Verse three [not read aloud] completes this thought, where Jeremiah spoke as Yahweh, telling all those who had faith they could do no wrong, as the beloved chosen children of Israel, the one’s Moses freed from bondage in Egypt, “Your wealth and all your treasures I will give for spoil as the price of your sin throughout all your territory.” He then condemned them as having any rights to claim favor from Yahweh, by writing, “By your own act you shall lose the heritage that I gave you, and I will make you serve your enemies in a land that you do not know, for in my anger a fire is kindled that shall burn forever.” That “forever fire” is eternal damnation of their souls. Only Yahweh is a forever gift of favor. Wealth in the material realm only lasts until death separates a soul from its dead matter.

In these six verses there is no mention of Judah. That name only appears once in the entire chapter of Jeremiah’s book. The name Jerusalem appears three times, all well beyond the scope of the verses read today. When “Judah” is seen to mean “Praised” or “Let Him Be Praised” [meaning Yahweh] and “Jerusalem” is seen to mean “Teaching Peace” or “In Awe Of Peace,” then everything written in this chapter applies to all people, at all times, as the punishment for sins [those rejecting Yahweh and His Covenant] applies to all people, not just the Jews of Judah. This is why this reading is read during the after the Epiphany time period.

This reading selection from Jeremiah is only scheduled to be read on the sixth Sunday after the Epiphany, Year C, with one other possibility being Proper 1, Year C. The problem with that is the sixth Sunday after the Epiphany only occurs when Easter is later in the year [allowing for more than five Sundays after the Epiphany], but there is only a Proper 1 set of readings, when Easter comes early in the year, reducing the period after the Epiphany to less than six. So, the plan is an either or, not a both. So, addressing the punishment of sins is an issue rarely put forth, through this reading from Jeremiah.

Verse five states the proper name “Yahweh” twice. Jeremiah begins by saying, “Thus says Yahweh,” which only a true prophet of Yahweh can state truthfully. Simply by seeing that presence within Jeremiah can the assumption be made that Jeremiah was not a sinner, because Yahweh spoke through him. To then follow up that statement of divine possession by saying, “cursed the man who trusts in mankind [“ha-adam”], this says “a man cursed” is not possessed by Yahweh. Instead, those souls have put their faith in themselves or others like them. For Jeremiah then speak as Yahweh, saying “flesh is the strength [that mankind counts on, which] puts Yahweh out of their heart,” the aspect of “heart” [“lib·bōw,” from “leb”] is the love that marries a soul [“leb” means “inner self”] to Yahweh. It is thus divine marriage to Yahweh’s Spirit that possesses the non-sinners, allowing Yahweh to speak through them. The “curse” placed on “man” is the same self-inflicted “curse” that Cain took, when he rejected Yahweh and killed his brother Abel.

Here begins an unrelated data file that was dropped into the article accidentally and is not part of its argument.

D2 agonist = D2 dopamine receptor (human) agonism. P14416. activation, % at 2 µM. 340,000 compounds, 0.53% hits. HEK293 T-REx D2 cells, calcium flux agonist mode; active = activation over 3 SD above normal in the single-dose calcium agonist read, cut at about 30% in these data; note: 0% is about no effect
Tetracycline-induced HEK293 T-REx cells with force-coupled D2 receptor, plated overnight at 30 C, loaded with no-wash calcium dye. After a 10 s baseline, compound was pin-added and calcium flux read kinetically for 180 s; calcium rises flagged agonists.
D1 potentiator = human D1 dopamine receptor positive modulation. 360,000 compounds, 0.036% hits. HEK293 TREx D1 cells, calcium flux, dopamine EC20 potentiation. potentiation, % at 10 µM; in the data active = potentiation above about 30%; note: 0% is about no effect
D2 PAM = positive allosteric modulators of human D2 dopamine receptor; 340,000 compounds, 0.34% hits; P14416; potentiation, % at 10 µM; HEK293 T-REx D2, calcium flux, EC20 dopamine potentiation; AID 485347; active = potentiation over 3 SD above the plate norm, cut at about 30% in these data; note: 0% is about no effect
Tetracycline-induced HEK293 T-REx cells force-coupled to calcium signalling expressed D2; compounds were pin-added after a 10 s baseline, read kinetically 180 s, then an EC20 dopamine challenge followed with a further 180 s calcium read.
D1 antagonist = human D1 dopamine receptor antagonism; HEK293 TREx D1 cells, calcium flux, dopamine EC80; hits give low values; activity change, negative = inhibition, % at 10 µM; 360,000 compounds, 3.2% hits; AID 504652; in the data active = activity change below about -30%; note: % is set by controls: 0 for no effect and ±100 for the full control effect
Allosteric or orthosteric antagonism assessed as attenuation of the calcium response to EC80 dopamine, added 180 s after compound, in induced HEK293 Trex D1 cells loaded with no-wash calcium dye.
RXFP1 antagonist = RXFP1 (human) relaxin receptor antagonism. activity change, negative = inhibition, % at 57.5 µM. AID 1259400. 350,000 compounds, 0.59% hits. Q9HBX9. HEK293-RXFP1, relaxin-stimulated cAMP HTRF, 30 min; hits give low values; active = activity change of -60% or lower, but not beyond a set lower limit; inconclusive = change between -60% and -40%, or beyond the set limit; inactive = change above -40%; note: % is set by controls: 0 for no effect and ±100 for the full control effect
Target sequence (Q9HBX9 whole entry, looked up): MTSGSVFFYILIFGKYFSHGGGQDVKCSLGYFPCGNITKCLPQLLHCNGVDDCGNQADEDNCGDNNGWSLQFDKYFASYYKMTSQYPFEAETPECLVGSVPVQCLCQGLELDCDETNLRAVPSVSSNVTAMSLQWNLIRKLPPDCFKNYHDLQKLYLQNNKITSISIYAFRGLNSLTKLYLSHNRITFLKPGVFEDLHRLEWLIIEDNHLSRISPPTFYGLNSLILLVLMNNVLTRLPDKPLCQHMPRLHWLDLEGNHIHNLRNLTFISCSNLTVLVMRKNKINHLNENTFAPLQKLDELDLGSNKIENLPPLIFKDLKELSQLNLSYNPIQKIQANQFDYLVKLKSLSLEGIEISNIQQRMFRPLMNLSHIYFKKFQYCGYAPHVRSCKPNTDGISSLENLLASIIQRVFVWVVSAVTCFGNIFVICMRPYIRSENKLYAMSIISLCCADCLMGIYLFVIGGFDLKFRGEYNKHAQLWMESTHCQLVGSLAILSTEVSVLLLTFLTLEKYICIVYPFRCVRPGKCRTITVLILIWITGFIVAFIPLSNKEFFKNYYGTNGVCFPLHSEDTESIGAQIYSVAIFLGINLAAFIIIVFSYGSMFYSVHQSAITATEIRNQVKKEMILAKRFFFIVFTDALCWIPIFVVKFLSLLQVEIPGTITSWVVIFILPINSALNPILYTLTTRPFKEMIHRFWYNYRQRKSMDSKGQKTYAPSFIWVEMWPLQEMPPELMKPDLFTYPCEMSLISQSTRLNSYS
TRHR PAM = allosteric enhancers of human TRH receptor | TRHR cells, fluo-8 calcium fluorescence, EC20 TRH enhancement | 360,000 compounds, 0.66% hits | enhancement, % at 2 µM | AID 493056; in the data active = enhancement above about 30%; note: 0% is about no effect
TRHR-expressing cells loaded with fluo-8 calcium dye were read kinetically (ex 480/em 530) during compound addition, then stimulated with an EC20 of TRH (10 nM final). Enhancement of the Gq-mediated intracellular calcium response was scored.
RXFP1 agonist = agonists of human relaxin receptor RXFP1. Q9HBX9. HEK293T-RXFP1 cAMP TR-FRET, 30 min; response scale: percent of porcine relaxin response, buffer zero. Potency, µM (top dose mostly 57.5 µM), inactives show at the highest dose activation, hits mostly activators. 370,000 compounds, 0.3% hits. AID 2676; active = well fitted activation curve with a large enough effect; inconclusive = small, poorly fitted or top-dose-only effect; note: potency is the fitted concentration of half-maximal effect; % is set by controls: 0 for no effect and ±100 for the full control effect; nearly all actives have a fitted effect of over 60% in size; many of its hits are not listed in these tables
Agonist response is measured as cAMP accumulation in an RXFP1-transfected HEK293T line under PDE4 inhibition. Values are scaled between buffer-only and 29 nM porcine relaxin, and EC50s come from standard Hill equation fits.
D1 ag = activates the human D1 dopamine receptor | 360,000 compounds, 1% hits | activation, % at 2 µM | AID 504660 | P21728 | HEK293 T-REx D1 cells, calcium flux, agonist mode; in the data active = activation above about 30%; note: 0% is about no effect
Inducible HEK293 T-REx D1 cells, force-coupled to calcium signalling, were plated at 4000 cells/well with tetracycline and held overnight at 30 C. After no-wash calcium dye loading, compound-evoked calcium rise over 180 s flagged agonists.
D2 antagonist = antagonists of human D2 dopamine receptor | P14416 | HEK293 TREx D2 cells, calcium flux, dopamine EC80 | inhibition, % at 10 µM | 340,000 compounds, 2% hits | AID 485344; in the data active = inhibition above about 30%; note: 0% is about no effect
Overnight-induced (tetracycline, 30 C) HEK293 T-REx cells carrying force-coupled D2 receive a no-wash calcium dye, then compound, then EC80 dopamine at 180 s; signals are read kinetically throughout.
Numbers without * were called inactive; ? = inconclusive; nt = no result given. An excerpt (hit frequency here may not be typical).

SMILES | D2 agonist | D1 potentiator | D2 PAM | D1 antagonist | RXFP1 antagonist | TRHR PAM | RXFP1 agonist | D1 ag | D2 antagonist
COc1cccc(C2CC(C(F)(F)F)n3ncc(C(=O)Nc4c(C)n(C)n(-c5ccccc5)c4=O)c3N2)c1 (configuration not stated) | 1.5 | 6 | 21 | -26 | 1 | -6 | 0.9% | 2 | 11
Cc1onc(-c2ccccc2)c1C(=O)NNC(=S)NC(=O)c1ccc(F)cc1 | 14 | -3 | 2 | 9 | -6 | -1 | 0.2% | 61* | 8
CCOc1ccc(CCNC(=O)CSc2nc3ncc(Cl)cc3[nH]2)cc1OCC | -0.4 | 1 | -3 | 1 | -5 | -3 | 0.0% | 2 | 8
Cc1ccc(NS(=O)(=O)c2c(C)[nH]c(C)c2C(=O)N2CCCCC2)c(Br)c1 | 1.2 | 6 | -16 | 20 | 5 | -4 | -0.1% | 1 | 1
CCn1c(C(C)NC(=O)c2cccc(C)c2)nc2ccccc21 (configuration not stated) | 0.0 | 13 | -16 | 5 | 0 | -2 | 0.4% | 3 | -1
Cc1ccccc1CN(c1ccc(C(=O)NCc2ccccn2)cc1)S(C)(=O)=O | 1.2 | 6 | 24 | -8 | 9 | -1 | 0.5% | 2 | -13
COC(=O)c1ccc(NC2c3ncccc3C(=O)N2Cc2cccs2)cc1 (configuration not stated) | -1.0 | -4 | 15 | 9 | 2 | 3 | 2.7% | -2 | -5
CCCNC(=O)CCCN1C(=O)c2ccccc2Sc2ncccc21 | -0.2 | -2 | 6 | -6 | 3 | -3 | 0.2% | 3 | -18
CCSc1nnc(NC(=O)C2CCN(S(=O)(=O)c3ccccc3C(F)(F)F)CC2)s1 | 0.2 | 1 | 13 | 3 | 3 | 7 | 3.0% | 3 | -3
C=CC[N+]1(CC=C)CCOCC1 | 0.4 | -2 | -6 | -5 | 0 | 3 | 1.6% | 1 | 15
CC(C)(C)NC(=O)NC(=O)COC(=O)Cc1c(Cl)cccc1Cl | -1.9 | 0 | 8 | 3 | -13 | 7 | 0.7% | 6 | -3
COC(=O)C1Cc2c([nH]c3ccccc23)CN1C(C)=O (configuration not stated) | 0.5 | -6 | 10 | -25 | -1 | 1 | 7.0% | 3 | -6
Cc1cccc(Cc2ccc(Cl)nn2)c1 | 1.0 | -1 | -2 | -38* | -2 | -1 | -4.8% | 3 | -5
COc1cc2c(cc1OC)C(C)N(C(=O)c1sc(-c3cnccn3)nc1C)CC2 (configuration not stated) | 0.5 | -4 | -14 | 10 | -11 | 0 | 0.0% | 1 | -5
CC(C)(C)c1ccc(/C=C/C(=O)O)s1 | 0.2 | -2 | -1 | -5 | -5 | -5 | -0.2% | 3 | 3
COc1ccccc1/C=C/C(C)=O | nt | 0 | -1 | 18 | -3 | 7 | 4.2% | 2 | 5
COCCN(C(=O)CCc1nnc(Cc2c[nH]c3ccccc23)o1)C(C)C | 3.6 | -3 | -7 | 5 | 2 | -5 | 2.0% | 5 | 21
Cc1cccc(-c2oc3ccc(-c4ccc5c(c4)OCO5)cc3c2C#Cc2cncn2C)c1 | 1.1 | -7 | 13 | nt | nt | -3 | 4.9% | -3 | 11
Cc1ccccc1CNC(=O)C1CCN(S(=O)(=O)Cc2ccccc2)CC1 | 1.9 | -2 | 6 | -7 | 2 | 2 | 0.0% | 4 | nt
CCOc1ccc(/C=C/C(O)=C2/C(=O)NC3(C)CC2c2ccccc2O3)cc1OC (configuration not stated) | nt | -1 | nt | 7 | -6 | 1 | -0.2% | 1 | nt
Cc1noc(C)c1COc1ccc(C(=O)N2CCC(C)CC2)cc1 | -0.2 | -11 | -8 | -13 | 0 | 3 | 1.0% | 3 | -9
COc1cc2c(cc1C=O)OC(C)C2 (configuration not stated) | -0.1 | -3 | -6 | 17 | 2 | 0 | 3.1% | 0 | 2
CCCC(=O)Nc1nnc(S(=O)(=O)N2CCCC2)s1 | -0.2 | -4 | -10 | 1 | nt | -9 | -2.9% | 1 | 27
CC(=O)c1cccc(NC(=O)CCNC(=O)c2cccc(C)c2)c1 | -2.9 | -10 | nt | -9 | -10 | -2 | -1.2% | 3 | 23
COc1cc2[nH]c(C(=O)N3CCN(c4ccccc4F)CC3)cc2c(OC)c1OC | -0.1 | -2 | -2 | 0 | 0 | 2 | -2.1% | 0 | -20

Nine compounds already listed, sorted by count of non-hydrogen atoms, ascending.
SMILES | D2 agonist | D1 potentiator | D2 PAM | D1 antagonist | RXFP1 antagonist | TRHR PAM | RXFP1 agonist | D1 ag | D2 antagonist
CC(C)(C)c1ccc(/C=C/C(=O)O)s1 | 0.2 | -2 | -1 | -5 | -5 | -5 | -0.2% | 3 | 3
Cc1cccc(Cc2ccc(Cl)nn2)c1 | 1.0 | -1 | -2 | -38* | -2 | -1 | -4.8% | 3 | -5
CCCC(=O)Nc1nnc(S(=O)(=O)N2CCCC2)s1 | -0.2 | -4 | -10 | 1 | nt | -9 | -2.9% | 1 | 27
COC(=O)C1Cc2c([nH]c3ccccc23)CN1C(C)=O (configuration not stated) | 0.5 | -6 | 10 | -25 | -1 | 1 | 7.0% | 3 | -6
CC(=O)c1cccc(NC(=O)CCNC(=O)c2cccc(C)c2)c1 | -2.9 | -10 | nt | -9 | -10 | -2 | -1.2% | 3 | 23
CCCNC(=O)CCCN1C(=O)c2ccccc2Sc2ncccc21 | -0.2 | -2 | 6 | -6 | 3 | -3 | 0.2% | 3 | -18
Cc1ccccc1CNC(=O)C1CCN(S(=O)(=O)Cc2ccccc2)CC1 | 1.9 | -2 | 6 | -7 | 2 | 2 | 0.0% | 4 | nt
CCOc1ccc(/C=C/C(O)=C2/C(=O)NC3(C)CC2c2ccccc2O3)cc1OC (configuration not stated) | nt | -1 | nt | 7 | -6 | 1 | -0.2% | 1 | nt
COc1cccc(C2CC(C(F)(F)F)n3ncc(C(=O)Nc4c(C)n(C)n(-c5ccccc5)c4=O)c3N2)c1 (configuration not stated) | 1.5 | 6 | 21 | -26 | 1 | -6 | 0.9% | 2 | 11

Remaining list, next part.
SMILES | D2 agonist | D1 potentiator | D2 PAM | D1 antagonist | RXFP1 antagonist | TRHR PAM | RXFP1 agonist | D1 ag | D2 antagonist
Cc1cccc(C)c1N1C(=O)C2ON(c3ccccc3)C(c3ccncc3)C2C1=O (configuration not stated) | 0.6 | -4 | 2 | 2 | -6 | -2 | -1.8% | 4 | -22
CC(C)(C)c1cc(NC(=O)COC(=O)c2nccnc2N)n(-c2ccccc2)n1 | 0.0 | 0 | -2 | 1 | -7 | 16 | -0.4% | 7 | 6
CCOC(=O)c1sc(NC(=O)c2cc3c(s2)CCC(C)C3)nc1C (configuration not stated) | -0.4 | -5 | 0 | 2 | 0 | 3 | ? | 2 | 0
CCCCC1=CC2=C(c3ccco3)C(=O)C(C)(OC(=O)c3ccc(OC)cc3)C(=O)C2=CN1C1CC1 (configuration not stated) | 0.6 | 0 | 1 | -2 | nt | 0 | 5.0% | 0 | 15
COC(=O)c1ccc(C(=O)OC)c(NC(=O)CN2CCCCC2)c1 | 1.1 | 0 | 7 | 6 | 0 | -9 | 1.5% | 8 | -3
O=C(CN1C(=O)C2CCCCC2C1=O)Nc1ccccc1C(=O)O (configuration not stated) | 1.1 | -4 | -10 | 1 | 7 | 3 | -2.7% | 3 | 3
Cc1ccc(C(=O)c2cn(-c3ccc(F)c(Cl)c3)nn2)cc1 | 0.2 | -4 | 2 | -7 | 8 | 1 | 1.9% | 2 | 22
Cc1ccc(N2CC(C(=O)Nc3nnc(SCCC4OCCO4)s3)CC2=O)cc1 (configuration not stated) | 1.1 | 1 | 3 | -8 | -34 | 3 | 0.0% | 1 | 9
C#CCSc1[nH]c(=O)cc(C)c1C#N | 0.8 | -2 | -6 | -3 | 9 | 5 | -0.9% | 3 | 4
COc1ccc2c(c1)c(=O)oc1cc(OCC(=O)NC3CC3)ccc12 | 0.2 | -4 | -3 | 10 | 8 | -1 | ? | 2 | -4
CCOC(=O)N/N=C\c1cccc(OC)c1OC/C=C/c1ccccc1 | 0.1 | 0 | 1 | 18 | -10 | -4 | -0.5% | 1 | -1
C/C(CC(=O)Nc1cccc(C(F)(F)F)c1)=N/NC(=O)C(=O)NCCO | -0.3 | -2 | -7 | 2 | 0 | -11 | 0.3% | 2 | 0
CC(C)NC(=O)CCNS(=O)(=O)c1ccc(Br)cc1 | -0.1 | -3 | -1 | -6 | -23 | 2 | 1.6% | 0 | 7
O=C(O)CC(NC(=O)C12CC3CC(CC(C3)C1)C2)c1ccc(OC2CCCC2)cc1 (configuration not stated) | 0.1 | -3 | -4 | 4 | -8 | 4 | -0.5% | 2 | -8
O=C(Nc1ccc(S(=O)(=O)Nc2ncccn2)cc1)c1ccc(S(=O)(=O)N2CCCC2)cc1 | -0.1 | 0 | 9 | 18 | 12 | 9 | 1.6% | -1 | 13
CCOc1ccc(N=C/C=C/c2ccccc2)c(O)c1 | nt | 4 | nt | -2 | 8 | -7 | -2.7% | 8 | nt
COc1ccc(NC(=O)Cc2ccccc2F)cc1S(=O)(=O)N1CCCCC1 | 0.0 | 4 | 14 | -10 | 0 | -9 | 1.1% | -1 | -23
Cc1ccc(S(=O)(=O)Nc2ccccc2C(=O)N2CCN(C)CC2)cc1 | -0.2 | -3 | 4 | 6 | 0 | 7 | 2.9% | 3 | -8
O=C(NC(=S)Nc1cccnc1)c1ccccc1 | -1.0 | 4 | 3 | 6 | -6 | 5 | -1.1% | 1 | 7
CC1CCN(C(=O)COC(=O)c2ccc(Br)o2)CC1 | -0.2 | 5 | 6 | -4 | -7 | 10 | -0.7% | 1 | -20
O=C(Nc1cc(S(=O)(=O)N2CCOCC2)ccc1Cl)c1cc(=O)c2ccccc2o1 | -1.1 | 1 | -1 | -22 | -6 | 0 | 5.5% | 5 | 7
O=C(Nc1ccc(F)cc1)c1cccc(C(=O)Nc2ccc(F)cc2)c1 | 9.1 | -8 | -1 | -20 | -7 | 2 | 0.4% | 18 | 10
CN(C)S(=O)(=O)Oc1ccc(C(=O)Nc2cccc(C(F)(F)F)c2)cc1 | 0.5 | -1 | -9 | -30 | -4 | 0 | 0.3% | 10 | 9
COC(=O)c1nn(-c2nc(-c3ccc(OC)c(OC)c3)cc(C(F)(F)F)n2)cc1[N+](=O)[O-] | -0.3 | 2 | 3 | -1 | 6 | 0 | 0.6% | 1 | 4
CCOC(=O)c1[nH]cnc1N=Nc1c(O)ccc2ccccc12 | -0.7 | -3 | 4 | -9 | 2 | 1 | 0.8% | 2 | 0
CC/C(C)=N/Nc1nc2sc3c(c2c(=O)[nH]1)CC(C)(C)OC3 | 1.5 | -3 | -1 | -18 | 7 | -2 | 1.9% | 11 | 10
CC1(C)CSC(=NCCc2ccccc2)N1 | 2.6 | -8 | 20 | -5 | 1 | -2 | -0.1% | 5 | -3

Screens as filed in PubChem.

Verse six then has Jeremiah speaking still as Yahweh, when he compares the souls of those who place their faith in the abilities of the flesh to bring them great rewards [rejecting the promise of salvation from marriage to Yahweh]. That is said to be like a shrub that grows from the soil [earth, ergo the dust and clay of “flesh”], which is dependent on rainfall to grow [another natural element of the earth – water]. This dependence on self or other selves will always lead to a “wilderness” environment, where the lack of inner emotions [the dew of heaven] will “parch” one’s soul, making life on earth become a “desert” condition. The use of “salt” [from “mə·lê·ḥāh”] means the “land” [more metaphor for “flesh”] will be “barren” and the lack of “inhabitants” [from “ṯê·šêḇ”] means the material realm is the only place one can “dwell.” There will be no giving birth to the Son of Yahweh; thus, there will be no promise of eternal salvation, when a soul can count of “dwelling” in heaven after the death of the flesh [an inevitable occurrence].

Verse six ends with the semekh, so one can see that Yahweh’s comments through Jeremiah are completed at that point. This mark then denotes that the voice of Jeremiah has returned to the text, still with the understanding that Yahweh leads his words at all times. The mark lets the reader know that Yahweh’s direct quote is ended.

Verse seven is then a short statement, but it too states the proper name “Yahweh” twice. In the NRSV translation, which says [“Yahweh” corrections made], “Blessed are those who trust in Yahweh, whose trust is Yahweh,” the word translated as “blessed” is “bā·rūḵ,” from “barak.” While the translation as “blessed” is certainly true, the deeper meaning says “kneeling are those .” The act of “kneeling” is found at altars, in rites where two are joined in holy matrimony. The word translated as “those” is actually “hag·ge·ḇer,” which was written in verse five, stating “the man” [used prior as “the man cursed”]. Here, instead of being curse for rejecting Yahweh in marriage, “the man kneels” in a sign of submission to Yahweh, which means that soul has become the possession of Yahweh, as His spiritual wife. The element of “trust” can then be seen as the true “faith” that comes from a personal experience of Yahweh – one knows His power and glory. Through absolute submission of self, “Yahweh is” [from “wə·hā·yāh Yah-weh”] in the man’s soul, becoming the “hope” that is the promise of salvation.